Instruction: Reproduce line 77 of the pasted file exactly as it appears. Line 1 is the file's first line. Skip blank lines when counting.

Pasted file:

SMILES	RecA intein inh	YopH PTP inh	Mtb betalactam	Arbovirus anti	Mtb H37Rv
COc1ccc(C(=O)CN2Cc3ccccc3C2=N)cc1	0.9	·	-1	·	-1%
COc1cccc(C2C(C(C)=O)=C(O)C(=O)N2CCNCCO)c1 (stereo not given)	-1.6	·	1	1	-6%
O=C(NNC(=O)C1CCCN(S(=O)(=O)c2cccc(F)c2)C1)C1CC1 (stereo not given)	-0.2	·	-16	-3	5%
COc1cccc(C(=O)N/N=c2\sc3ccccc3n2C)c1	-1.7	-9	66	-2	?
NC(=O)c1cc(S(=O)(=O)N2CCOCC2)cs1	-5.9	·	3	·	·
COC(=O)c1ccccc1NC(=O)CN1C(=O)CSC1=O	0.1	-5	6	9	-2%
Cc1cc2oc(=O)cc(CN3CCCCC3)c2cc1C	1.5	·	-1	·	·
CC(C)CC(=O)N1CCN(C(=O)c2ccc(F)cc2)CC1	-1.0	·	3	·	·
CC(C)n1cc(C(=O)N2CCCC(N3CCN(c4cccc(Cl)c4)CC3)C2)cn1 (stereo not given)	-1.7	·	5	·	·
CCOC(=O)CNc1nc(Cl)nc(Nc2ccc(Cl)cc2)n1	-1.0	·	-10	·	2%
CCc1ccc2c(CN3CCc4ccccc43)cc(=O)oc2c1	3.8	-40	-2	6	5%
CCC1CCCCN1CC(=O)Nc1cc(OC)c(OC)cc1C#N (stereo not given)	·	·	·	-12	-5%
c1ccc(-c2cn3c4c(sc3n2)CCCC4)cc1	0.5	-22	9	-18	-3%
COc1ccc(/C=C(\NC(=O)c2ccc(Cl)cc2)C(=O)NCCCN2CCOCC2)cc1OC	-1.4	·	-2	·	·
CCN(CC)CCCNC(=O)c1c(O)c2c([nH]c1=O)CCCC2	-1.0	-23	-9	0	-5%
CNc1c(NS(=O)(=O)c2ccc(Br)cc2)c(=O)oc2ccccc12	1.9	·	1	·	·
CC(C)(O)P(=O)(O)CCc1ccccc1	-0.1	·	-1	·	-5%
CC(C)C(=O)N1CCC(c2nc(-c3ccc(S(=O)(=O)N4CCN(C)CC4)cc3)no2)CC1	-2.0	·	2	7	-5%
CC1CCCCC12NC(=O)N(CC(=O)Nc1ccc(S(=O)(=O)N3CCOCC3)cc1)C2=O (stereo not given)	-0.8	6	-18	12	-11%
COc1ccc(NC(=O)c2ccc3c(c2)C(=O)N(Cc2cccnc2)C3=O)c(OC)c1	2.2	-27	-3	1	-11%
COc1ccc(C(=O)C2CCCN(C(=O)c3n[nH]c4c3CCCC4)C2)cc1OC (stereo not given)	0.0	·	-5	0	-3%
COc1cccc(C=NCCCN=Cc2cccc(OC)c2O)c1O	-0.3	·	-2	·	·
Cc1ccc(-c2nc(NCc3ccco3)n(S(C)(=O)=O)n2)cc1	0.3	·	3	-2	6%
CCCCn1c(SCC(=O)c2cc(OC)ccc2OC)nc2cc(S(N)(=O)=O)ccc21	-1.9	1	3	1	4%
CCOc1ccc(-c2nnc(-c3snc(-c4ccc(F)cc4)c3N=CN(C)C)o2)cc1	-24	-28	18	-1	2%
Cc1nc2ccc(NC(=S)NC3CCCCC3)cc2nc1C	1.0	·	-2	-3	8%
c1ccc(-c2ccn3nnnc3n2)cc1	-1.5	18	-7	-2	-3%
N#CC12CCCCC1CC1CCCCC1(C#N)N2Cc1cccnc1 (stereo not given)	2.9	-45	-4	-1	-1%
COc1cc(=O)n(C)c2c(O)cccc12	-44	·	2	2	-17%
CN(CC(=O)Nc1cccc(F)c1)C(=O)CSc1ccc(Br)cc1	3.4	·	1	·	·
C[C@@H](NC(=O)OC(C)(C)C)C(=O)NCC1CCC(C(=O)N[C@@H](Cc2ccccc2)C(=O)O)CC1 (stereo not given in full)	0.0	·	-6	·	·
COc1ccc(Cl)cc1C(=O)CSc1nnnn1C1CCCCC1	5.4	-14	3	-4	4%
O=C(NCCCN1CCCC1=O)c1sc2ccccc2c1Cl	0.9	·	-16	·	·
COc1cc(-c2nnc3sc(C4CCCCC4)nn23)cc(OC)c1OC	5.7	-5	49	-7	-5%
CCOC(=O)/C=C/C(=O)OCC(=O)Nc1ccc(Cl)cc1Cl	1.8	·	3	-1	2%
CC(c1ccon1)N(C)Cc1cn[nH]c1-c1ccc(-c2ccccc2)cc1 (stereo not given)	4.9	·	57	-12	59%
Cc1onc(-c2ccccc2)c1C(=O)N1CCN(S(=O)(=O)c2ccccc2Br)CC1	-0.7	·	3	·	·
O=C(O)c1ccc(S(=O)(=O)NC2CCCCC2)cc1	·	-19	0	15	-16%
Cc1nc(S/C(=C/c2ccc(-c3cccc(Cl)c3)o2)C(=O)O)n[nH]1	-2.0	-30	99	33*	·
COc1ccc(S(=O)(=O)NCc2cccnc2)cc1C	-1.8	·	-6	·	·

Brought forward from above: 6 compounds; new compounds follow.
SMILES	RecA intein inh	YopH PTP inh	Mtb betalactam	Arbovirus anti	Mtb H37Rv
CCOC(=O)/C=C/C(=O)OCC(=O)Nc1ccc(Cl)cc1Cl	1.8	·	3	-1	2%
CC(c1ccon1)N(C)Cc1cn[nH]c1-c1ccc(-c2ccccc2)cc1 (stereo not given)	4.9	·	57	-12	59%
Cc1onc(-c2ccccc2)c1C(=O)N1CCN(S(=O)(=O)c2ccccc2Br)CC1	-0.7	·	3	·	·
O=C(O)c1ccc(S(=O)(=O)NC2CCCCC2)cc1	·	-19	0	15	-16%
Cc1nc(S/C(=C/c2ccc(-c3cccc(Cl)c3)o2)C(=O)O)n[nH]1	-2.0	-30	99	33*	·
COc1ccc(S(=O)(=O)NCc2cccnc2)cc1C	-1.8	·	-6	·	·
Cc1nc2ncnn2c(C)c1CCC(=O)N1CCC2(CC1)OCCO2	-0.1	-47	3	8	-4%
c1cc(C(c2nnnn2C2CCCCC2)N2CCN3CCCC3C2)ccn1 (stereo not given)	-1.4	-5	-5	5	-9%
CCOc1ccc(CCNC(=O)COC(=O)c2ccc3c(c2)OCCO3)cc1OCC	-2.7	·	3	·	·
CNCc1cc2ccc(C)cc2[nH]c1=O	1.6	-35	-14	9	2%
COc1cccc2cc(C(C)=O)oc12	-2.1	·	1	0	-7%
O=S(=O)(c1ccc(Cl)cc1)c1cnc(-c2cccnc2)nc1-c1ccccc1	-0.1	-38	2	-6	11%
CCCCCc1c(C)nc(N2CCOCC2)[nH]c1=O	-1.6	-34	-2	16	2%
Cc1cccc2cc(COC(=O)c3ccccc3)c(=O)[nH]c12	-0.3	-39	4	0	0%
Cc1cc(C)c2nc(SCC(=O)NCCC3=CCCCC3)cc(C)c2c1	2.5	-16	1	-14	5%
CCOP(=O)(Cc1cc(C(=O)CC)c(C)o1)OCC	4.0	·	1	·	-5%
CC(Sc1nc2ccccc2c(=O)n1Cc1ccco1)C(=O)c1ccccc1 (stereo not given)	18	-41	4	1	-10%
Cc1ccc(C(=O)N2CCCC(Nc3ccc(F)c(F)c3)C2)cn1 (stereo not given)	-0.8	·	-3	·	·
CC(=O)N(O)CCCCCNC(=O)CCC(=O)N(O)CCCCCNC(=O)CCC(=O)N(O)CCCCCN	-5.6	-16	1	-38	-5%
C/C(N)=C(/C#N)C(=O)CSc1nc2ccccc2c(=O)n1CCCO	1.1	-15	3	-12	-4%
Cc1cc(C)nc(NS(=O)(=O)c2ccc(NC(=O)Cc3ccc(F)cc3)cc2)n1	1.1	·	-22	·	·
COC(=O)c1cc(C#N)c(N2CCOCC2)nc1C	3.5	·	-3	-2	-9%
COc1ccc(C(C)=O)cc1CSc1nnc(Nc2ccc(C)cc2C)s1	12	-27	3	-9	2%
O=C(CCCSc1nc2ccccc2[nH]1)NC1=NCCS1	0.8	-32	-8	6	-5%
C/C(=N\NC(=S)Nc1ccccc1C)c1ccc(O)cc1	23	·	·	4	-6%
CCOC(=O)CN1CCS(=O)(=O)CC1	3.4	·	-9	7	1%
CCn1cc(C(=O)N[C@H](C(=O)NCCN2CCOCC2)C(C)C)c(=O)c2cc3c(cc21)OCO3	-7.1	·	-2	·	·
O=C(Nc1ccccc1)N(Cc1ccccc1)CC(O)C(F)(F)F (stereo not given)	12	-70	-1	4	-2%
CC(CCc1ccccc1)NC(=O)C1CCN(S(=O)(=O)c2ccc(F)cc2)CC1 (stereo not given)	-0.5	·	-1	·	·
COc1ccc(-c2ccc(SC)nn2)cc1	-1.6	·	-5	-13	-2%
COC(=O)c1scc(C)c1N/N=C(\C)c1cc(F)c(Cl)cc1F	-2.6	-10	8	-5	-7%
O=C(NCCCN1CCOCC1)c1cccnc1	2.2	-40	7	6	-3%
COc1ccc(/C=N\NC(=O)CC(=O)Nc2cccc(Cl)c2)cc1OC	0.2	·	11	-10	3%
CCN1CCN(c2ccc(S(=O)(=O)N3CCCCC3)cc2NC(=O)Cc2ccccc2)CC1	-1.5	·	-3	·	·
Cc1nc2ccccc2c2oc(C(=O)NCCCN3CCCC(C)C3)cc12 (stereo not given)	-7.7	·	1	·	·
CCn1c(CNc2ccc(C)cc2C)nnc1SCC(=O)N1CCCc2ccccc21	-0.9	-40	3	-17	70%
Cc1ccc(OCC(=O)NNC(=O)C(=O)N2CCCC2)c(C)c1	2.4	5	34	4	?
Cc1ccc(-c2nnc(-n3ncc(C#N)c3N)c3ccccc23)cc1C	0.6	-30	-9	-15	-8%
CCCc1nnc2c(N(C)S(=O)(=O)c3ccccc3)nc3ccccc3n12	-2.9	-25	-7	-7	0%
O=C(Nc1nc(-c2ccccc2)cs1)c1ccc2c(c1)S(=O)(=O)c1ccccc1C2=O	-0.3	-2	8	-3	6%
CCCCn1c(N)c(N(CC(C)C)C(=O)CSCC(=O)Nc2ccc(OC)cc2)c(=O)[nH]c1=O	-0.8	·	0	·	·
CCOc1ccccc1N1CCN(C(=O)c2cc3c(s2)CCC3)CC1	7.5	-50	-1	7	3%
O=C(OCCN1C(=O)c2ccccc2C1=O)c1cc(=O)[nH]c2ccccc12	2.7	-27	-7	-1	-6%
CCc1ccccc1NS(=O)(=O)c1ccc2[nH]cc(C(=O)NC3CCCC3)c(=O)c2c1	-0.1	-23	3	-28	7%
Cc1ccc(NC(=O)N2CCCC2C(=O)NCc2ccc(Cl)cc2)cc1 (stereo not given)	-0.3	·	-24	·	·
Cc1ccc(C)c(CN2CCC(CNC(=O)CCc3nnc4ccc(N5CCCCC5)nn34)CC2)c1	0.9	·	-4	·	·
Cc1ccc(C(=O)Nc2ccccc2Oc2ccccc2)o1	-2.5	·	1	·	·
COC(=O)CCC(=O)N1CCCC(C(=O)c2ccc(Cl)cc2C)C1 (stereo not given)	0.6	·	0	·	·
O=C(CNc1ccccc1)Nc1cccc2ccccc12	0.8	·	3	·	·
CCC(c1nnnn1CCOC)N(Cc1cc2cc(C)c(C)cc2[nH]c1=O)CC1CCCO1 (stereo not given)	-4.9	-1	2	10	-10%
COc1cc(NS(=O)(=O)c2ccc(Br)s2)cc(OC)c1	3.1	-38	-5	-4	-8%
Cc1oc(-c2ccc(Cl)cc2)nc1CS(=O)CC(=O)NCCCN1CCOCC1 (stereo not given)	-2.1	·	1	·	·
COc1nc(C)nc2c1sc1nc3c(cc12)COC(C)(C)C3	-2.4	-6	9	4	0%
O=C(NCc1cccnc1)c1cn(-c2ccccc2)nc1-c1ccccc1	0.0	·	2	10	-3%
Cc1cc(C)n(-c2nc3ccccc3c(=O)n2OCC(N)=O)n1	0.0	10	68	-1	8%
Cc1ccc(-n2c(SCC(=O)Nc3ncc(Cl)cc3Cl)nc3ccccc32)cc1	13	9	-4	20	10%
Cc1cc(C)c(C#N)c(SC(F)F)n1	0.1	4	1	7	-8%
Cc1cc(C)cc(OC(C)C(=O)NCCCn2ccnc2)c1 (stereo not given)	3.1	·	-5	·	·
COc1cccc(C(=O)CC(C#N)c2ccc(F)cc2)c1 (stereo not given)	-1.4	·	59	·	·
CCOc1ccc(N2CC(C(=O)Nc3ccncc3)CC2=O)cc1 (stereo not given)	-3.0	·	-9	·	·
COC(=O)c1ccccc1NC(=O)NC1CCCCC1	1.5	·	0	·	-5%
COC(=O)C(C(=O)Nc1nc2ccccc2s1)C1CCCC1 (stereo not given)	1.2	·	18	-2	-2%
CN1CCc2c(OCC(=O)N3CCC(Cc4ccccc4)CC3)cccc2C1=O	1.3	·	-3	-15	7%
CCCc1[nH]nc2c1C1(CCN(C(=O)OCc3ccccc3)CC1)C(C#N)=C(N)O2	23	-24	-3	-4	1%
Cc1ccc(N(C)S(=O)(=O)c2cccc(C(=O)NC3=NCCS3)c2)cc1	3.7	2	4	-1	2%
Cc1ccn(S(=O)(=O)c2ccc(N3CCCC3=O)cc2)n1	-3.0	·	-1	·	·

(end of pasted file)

CCN1CCN(c2ccc(S(=O)(=O)N3CCCCC3)cc2NC(=O)Cc2ccccc2)CC1	-1.5	·	-3	·	·